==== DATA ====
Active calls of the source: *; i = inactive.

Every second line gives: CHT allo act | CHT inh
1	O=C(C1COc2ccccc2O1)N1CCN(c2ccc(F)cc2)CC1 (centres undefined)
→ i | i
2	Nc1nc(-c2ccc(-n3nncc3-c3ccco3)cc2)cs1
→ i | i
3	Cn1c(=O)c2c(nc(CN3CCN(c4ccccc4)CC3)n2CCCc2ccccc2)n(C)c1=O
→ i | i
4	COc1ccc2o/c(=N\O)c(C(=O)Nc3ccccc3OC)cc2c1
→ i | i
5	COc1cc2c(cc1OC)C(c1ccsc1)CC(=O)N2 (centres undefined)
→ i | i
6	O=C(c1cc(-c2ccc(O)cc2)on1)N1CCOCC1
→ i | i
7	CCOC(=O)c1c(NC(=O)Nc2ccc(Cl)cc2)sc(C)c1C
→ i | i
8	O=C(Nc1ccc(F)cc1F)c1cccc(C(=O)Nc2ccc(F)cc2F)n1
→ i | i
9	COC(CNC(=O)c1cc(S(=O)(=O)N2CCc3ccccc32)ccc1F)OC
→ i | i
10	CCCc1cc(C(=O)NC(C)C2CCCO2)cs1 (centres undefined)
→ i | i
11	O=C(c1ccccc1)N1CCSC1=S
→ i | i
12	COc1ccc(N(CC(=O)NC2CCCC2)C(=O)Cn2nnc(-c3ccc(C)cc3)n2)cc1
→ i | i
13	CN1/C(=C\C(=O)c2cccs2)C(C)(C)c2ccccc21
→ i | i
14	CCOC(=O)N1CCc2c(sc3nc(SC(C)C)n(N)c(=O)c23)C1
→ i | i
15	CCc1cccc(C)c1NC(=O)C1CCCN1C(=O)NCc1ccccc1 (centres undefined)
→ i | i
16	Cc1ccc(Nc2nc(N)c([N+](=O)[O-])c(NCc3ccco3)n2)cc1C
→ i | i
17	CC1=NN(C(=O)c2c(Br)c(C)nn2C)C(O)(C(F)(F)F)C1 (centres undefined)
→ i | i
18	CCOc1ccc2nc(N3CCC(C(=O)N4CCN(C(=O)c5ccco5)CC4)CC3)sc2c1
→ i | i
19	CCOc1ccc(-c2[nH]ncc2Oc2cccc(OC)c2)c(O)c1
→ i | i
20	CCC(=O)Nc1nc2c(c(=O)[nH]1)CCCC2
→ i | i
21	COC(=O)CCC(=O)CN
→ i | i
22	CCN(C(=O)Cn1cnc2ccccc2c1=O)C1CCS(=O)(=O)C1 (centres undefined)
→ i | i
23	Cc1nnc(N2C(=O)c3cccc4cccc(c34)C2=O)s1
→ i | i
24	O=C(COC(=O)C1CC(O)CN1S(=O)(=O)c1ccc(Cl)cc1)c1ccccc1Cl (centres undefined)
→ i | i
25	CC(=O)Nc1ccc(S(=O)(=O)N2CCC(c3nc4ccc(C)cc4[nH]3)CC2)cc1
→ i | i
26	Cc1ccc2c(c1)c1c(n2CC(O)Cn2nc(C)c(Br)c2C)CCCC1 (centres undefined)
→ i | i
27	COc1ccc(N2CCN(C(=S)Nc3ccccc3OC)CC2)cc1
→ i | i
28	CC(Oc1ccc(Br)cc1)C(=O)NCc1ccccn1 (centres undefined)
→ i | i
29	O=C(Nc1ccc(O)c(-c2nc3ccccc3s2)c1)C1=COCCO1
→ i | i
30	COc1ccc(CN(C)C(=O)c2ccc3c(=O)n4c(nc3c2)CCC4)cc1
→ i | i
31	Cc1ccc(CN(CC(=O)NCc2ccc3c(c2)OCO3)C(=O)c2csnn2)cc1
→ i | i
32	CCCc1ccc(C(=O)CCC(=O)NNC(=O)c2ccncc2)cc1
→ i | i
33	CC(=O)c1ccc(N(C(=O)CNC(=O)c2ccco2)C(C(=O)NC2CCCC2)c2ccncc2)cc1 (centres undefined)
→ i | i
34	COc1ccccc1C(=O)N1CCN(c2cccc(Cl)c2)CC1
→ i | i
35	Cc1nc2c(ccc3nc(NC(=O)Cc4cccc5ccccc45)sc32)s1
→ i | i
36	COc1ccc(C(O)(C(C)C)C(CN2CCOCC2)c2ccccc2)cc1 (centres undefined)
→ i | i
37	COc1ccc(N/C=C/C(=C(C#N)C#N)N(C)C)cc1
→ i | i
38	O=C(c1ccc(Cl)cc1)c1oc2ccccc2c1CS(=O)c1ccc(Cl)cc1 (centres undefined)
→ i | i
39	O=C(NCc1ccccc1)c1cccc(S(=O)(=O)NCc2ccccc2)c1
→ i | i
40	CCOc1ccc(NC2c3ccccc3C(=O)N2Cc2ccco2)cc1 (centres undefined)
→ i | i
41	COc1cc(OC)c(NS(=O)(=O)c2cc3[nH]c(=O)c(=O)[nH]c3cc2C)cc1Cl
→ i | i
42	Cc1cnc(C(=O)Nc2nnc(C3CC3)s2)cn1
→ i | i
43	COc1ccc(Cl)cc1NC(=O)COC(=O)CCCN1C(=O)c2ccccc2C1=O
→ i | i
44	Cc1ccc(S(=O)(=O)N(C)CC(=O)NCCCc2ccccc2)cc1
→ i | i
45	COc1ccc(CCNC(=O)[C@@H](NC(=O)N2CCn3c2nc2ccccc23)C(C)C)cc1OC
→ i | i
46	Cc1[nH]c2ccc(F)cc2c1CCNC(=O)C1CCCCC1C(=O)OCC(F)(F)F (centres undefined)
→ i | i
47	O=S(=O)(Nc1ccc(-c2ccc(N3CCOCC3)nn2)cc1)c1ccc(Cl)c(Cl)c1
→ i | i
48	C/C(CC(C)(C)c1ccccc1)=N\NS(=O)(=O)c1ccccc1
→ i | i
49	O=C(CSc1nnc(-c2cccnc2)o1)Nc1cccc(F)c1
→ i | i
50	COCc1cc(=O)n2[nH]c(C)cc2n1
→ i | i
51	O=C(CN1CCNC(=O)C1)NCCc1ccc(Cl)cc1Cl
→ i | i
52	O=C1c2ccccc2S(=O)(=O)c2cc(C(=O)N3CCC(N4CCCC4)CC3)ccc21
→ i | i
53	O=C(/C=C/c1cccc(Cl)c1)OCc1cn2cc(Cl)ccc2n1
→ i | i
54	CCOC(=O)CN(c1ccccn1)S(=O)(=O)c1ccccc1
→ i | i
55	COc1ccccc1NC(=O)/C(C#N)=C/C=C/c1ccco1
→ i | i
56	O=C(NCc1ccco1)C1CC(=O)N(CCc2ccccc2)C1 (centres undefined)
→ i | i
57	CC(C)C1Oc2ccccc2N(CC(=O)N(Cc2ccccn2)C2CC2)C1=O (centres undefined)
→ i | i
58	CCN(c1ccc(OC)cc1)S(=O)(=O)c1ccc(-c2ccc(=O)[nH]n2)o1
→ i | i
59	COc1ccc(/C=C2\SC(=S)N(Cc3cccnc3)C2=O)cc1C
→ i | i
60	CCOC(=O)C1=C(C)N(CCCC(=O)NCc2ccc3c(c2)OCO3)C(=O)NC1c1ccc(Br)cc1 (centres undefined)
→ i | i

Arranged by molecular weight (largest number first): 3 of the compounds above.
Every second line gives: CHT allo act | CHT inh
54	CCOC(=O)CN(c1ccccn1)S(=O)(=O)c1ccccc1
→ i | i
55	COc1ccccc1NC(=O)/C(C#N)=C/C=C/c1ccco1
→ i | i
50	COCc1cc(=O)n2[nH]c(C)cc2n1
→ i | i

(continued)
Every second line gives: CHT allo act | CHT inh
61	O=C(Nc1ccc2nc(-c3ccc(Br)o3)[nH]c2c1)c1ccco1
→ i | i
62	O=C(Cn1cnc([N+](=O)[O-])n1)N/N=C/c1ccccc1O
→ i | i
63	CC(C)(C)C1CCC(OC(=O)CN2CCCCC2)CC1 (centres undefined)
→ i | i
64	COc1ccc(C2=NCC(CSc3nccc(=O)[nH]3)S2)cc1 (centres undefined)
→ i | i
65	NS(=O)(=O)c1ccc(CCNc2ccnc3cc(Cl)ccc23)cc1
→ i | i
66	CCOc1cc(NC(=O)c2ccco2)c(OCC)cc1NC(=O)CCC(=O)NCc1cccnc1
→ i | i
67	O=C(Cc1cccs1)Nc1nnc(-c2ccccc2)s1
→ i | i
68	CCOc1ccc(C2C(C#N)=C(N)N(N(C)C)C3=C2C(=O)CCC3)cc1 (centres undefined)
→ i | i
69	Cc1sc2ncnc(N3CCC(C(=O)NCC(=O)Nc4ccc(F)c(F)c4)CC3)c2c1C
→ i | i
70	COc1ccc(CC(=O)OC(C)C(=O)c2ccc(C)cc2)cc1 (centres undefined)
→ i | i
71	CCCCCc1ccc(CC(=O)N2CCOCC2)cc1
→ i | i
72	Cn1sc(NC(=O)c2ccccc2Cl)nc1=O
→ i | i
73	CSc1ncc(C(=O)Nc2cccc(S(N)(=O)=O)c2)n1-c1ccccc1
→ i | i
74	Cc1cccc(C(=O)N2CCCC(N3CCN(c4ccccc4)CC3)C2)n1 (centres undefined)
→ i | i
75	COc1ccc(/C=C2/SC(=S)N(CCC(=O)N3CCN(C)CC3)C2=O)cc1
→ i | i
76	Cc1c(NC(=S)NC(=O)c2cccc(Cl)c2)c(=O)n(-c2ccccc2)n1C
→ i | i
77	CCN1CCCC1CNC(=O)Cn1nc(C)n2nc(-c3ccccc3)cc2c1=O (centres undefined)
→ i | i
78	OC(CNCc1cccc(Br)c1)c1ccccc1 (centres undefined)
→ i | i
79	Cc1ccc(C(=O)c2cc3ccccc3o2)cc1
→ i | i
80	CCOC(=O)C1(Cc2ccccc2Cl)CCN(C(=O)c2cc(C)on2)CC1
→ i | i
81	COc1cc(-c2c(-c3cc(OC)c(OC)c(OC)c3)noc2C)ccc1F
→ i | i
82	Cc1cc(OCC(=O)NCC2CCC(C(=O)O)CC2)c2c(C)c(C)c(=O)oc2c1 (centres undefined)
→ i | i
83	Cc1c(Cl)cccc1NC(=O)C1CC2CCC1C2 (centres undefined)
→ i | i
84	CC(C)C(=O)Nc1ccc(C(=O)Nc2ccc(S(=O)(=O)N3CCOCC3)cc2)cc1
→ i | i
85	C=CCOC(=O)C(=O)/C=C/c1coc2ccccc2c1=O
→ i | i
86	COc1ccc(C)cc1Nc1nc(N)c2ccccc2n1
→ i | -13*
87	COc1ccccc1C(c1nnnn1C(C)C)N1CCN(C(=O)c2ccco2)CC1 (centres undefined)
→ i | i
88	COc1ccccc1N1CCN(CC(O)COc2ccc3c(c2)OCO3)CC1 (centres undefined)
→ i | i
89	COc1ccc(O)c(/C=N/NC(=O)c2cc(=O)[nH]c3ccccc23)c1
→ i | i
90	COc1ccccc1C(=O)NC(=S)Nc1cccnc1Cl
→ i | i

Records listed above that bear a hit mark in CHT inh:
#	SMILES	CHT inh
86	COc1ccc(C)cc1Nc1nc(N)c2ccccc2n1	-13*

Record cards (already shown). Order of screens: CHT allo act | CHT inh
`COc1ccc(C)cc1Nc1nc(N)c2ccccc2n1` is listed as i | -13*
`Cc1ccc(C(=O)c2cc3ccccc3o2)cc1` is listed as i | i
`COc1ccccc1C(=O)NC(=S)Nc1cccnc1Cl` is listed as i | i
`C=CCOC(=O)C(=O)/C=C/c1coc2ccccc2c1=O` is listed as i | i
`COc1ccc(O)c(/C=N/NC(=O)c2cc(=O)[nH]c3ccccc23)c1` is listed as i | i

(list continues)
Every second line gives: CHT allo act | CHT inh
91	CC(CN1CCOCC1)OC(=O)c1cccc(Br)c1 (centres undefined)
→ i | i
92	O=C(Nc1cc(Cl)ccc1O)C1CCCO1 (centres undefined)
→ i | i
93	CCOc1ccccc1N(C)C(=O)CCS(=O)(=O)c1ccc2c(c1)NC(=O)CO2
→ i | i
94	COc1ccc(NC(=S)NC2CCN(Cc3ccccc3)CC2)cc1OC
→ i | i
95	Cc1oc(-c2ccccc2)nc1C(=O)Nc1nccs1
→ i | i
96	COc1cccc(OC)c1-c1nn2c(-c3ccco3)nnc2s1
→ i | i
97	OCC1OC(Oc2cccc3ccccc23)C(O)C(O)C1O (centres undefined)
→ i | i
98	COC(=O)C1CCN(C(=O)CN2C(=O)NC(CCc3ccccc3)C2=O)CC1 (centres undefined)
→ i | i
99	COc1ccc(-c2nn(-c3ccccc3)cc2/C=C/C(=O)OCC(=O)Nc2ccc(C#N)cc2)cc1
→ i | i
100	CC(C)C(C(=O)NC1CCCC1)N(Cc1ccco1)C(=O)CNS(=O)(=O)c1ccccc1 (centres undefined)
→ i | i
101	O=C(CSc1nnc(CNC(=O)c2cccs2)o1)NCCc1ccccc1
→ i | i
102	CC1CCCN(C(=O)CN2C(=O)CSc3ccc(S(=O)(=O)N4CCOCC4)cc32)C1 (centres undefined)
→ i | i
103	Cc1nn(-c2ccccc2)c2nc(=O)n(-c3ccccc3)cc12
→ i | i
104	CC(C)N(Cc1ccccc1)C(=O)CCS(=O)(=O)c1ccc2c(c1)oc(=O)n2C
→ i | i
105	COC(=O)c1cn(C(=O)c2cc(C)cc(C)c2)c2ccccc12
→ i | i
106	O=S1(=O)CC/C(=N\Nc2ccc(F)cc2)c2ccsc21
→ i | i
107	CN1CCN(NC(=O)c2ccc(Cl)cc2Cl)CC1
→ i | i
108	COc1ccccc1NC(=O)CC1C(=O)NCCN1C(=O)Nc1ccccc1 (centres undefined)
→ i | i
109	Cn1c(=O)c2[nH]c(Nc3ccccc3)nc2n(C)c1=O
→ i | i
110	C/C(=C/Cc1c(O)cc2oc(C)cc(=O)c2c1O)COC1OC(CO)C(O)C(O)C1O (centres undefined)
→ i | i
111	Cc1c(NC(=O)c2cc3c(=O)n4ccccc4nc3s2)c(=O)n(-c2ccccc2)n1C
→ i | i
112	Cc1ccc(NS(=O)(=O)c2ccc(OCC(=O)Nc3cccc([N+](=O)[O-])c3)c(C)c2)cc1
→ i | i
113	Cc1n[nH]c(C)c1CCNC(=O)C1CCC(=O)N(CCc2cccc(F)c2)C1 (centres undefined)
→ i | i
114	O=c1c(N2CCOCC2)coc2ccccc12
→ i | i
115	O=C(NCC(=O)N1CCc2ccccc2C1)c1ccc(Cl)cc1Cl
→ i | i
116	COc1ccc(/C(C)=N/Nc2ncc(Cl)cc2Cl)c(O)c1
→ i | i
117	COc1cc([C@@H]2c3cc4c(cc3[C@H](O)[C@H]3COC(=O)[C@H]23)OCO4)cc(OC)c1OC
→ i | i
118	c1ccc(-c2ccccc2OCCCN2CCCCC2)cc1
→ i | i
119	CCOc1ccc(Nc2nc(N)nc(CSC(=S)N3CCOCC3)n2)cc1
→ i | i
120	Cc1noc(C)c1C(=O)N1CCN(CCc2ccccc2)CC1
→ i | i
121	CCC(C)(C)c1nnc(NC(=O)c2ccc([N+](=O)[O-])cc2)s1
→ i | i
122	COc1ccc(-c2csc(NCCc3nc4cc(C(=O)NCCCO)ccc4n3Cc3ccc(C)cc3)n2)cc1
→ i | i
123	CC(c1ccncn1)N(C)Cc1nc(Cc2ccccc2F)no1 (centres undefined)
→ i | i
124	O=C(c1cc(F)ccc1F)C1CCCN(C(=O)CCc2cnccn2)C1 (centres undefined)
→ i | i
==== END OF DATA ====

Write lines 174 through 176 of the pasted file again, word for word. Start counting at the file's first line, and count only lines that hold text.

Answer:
→ i | i
82	Cc1cc(OCC(=O)NCC2CCC(C(=O)O)CC2)c2c(C)c(C)c(=O)oc2c1 (centres undefined)
→ i | i